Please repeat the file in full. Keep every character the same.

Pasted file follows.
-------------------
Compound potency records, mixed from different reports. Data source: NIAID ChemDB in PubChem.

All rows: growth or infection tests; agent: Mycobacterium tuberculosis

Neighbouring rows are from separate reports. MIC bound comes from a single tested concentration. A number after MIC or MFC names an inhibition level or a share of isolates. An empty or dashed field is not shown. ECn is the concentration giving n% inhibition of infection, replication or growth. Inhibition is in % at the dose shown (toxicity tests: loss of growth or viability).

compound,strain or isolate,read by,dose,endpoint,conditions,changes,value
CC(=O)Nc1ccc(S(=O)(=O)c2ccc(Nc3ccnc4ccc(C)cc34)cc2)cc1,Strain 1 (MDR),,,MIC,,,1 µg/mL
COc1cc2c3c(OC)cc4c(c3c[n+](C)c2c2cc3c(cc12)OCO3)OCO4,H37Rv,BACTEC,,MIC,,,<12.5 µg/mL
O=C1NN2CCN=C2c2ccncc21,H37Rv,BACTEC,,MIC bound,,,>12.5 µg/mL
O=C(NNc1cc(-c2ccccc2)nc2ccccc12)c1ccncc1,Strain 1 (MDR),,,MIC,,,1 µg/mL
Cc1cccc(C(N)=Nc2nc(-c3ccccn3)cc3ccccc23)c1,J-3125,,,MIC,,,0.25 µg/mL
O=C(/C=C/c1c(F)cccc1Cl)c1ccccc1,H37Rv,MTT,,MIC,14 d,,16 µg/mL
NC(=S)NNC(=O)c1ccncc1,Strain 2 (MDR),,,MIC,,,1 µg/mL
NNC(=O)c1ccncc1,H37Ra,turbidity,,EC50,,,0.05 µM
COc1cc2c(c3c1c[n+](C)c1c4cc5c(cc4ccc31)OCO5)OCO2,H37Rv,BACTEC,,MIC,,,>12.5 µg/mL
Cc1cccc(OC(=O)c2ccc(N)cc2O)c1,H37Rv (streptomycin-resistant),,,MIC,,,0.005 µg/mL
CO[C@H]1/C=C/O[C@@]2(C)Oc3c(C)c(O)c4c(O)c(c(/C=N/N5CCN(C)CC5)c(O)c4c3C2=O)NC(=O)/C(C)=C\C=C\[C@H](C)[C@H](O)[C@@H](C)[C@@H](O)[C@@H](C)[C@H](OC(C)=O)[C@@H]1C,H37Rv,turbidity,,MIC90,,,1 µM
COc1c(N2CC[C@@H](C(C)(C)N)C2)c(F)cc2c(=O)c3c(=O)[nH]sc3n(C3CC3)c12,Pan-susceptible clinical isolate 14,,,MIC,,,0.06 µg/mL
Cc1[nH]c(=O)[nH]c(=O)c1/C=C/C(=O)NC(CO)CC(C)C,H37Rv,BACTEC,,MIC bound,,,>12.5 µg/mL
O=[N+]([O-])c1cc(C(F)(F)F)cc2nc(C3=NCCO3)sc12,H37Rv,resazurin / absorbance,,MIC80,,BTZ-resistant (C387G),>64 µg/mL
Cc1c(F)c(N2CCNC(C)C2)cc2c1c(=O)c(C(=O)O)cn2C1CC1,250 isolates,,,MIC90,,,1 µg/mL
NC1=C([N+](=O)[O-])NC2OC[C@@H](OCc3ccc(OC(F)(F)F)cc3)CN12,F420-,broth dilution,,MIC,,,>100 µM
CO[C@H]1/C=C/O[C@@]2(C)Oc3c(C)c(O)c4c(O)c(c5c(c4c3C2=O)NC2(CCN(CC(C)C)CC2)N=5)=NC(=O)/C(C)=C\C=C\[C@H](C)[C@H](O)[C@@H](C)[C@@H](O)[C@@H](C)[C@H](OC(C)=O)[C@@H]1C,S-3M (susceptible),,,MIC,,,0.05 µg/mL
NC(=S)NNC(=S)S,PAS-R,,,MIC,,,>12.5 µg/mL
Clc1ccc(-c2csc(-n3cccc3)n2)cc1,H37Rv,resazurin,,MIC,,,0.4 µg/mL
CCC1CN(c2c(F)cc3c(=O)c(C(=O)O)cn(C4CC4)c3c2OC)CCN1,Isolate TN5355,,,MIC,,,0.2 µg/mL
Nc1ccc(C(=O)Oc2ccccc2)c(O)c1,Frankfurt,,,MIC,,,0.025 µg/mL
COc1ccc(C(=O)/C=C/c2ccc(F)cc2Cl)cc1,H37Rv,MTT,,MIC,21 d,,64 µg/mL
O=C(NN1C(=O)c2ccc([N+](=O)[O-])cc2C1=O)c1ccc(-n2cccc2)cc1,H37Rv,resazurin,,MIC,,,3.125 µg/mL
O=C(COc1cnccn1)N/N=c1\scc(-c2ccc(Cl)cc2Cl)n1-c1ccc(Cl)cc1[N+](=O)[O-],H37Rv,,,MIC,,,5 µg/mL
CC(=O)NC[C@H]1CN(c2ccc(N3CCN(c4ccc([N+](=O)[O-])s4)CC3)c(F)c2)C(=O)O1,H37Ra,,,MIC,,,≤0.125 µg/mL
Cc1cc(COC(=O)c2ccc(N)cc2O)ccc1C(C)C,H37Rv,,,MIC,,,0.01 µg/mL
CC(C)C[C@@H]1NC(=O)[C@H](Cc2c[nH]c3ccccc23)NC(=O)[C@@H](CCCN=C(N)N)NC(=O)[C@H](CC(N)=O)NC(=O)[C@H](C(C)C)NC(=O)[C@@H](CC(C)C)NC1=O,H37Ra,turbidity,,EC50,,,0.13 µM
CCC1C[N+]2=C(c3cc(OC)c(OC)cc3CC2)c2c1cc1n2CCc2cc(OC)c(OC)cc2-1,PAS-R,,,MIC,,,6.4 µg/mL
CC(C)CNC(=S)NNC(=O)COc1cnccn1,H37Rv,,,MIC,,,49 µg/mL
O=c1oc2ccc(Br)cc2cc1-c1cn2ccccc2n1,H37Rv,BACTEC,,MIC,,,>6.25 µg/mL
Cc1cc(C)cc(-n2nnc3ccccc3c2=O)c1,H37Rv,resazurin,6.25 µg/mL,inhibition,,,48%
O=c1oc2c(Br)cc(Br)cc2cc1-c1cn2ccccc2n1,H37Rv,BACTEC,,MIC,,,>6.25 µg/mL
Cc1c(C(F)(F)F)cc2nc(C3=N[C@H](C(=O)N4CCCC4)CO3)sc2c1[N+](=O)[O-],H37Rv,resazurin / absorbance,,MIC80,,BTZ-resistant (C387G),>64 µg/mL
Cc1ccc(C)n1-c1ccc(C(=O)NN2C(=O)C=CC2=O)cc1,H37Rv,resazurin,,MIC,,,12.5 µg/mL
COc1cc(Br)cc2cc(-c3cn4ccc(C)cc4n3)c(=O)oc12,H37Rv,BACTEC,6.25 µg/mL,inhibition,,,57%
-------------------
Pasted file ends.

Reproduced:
Compound potency records, mixed from different reports. Data source: NIAID ChemDB in PubChem.

All rows: growth or infection tests; agent: Mycobacterium tuberculosis

Neighbouring rows are from separate reports. MIC bound comes from a single tested concentration. A number after MIC or MFC names an inhibition level or a share of isolates. An empty or dashed field is not shown. ECn is the concentration giving n% inhibition of infection, replication or growth. Inhibition is in % at the dose shown (toxicity tests: loss of growth or viability).

compound,strain or isolate,read by,dose,endpoint,conditions,changes,value
CC(=O)Nc1ccc(S(=O)(=O)c2ccc(Nc3ccnc4ccc(C)cc34)cc2)cc1,Strain 1 (MDR),,,MIC,,,1 µg/mL
COc1cc2c3c(OC)cc4c(c3c[n+](C)c2c2cc3c(cc12)OCO3)OCO4,H37Rv,BACTEC,,MIC,,,<12.5 µg/mL
O=C1NN2CCN=C2c2ccncc21,H37Rv,BACTEC,,MIC bound,,,>12.5 µg/mL
O=C(NNc1cc(-c2ccccc2)nc2ccccc12)c1ccncc1,Strain 1 (MDR),,,MIC,,,1 µg/mL
Cc1cccc(C(N)=Nc2nc(-c3ccccn3)cc3ccccc23)c1,J-3125,,,MIC,,,0.25 µg/mL
O=C(/C=C/c1c(F)cccc1Cl)c1ccccc1,H37Rv,MTT,,MIC,14 d,,16 µg/mL
NC(=S)NNC(=O)c1ccncc1,Strain 2 (MDR),,,MIC,,,1 µg/mL
NNC(=O)c1ccncc1,H37Ra,turbidity,,EC50,,,0.05 µM
COc1cc2c(c3c1c[n+](C)c1c4cc5c(cc4ccc31)OCO5)OCO2,H37Rv,BACTEC,,MIC,,,>12.5 µg/mL
Cc1cccc(OC(=O)c2ccc(N)cc2O)c1,H37Rv (streptomycin-resistant),,,MIC,,,0.005 µg/mL
CO[C@H]1/C=C/O[C@@]2(C)Oc3c(C)c(O)c4c(O)c(c(/C=N/N5CCN(C)CC5)c(O)c4c3C2=O)NC(=O)/C(C)=C\C=C\[C@H](C)[C@H](O)[C@@H](C)[C@@H](O)[C@@H](C)[C@H](OC(C)=O)[C@@H]1C,H37Rv,turbidity,,MIC90,,,1 µM
COc1c(N2CC[C@@H](C(C)(C)N)C2)c(F)cc2c(=O)c3c(=O)[nH]sc3n(C3CC3)c12,Pan-susceptible clinical isolate 14,,,MIC,,,0.06 µg/mL
Cc1[nH]c(=O)[nH]c(=O)c1/C=C/C(=O)NC(CO)CC(C)C,H37Rv,BACTEC,,MIC bound,,,>12.5 µg/mL
O=[N+]([O-])c1cc(C(F)(F)F)cc2nc(C3=NCCO3)sc12,H37Rv,resazurin / absorbance,,MIC80,,BTZ-resistant (C387G),>64 µg/mL
Cc1c(F)c(N2CCNC(C)C2)cc2c1c(=O)c(C(=O)O)cn2C1CC1,250 isolates,,,MIC90,,,1 µg/mL
NC1=C([N+](=O)[O-])NC2OC[C@@H](OCc3ccc(OC(F)(F)F)cc3)CN12,F420-,broth dilution,,MIC,,,>100 µM
CO[C@H]1/C=C/O[C@@]2(C)Oc3c(C)c(O)c4c(O)c(c5c(c4c3C2=O)NC2(CCN(CC(C)C)CC2)N=5)=NC(=O)/C(C)=C\C=C\[C@H](C)[C@H](O)[C@@H](C)[C@@H](O)[C@@H](C)[C@H](OC(C)=O)[C@@H]1C,S-3M (susceptible),,,MIC,,,0.05 µg/mL
NC(=S)NNC(=S)S,PAS-R,,,MIC,,,>12.5 µg/mL
Clc1ccc(-c2csc(-n3cccc3)n2)cc1,H37Rv,resazurin,,MIC,,,0.4 µg/mL
CCC1CN(c2c(F)cc3c(=O)c(C(=O)O)cn(C4CC4)c3c2OC)CCN1,Isolate TN5355,,,MIC,,,0.2 µg/mL
Nc1ccc(C(=O)Oc2ccccc2)c(O)c1,Frankfurt,,,MIC,,,0.025 µg/mL
COc1ccc(C(=O)/C=C/c2ccc(F)cc2Cl)cc1,H37Rv,MTT,,MIC,21 d,,64 µg/mL
O=C(NN1C(=O)c2ccc([N+](=O)[O-])cc2C1=O)c1ccc(-n2cccc2)cc1,H37Rv,resazurin,,MIC,,,3.125 µg/mL
O=C(COc1cnccn1)N/N=c1\scc(-c2ccc(Cl)cc2Cl)n1-c1ccc(Cl)cc1[N+](=O)[O-],H37Rv,,,MIC,,,5 µg/mL
CC(=O)NC[C@H]1CN(c2ccc(N3CCN(c4ccc([N+](=O)[O-])s4)CC3)c(F)c2)C(=O)O1,H37Ra,,,MIC,,,≤0.125 µg/mL
Cc1cc(COC(=O)c2ccc(N)cc2O)ccc1C(C)C,H37Rv,,,MIC,,,0.01 µg/mL
CC(C)C[C@@H]1NC(=O)[C@H](Cc2c[nH]c3ccccc23)NC(=O)[C@@H](CCCN=C(N)N)NC(=O)[C@H](CC(N)=O)NC(=O)[C@H](C(C)C)NC(=O)[C@@H](CC(C)C)NC1=O,H37Ra,turbidity,,EC50,,,0.13 µM
CCC1C[N+]2=C(c3cc(OC)c(OC)cc3CC2)c2c1cc1n2CCc2cc(OC)c(OC)cc2-1,PAS-R,,,MIC,,,6.4 µg/mL
CC(C)CNC(=S)NNC(=O)COc1cnccn1,H37Rv,,,MIC,,,49 µg/mL
O=c1oc2ccc(Br)cc2cc1-c1cn2ccccc2n1,H37Rv,BACTEC,,MIC,,,>6.25 µg/mL
Cc1cc(C)cc(-n2nnc3ccccc3c2=O)c1,H37Rv,resazurin,6.25 µg/mL,inhibition,,,48%
O=c1oc2c(Br)cc(Br)cc2cc1-c1cn2ccccc2n1,H37Rv,BACTEC,,MIC,,,>6.25 µg/mL
Cc1c(C(F)(F)F)cc2nc(C3=N[C@H](C(=O)N4CCCC4)CO3)sc2c1[N+](=O)[O-],H37Rv,resazurin / absorbance,,MIC80,,BTZ-resistant (C387G),>64 µg/mL
Cc1ccc(C)n1-c1ccc(C(=O)NN2C(=O)C=CC2=O)cc1,H37Rv,resazurin,,MIC,,,12.5 µg/mL
COc1cc(Br)cc2cc(-c3cn4ccc(C)cc4n3)c(=O)oc12,H37Rv,BACTEC,6.25 µg/mL,inhibition,,,57%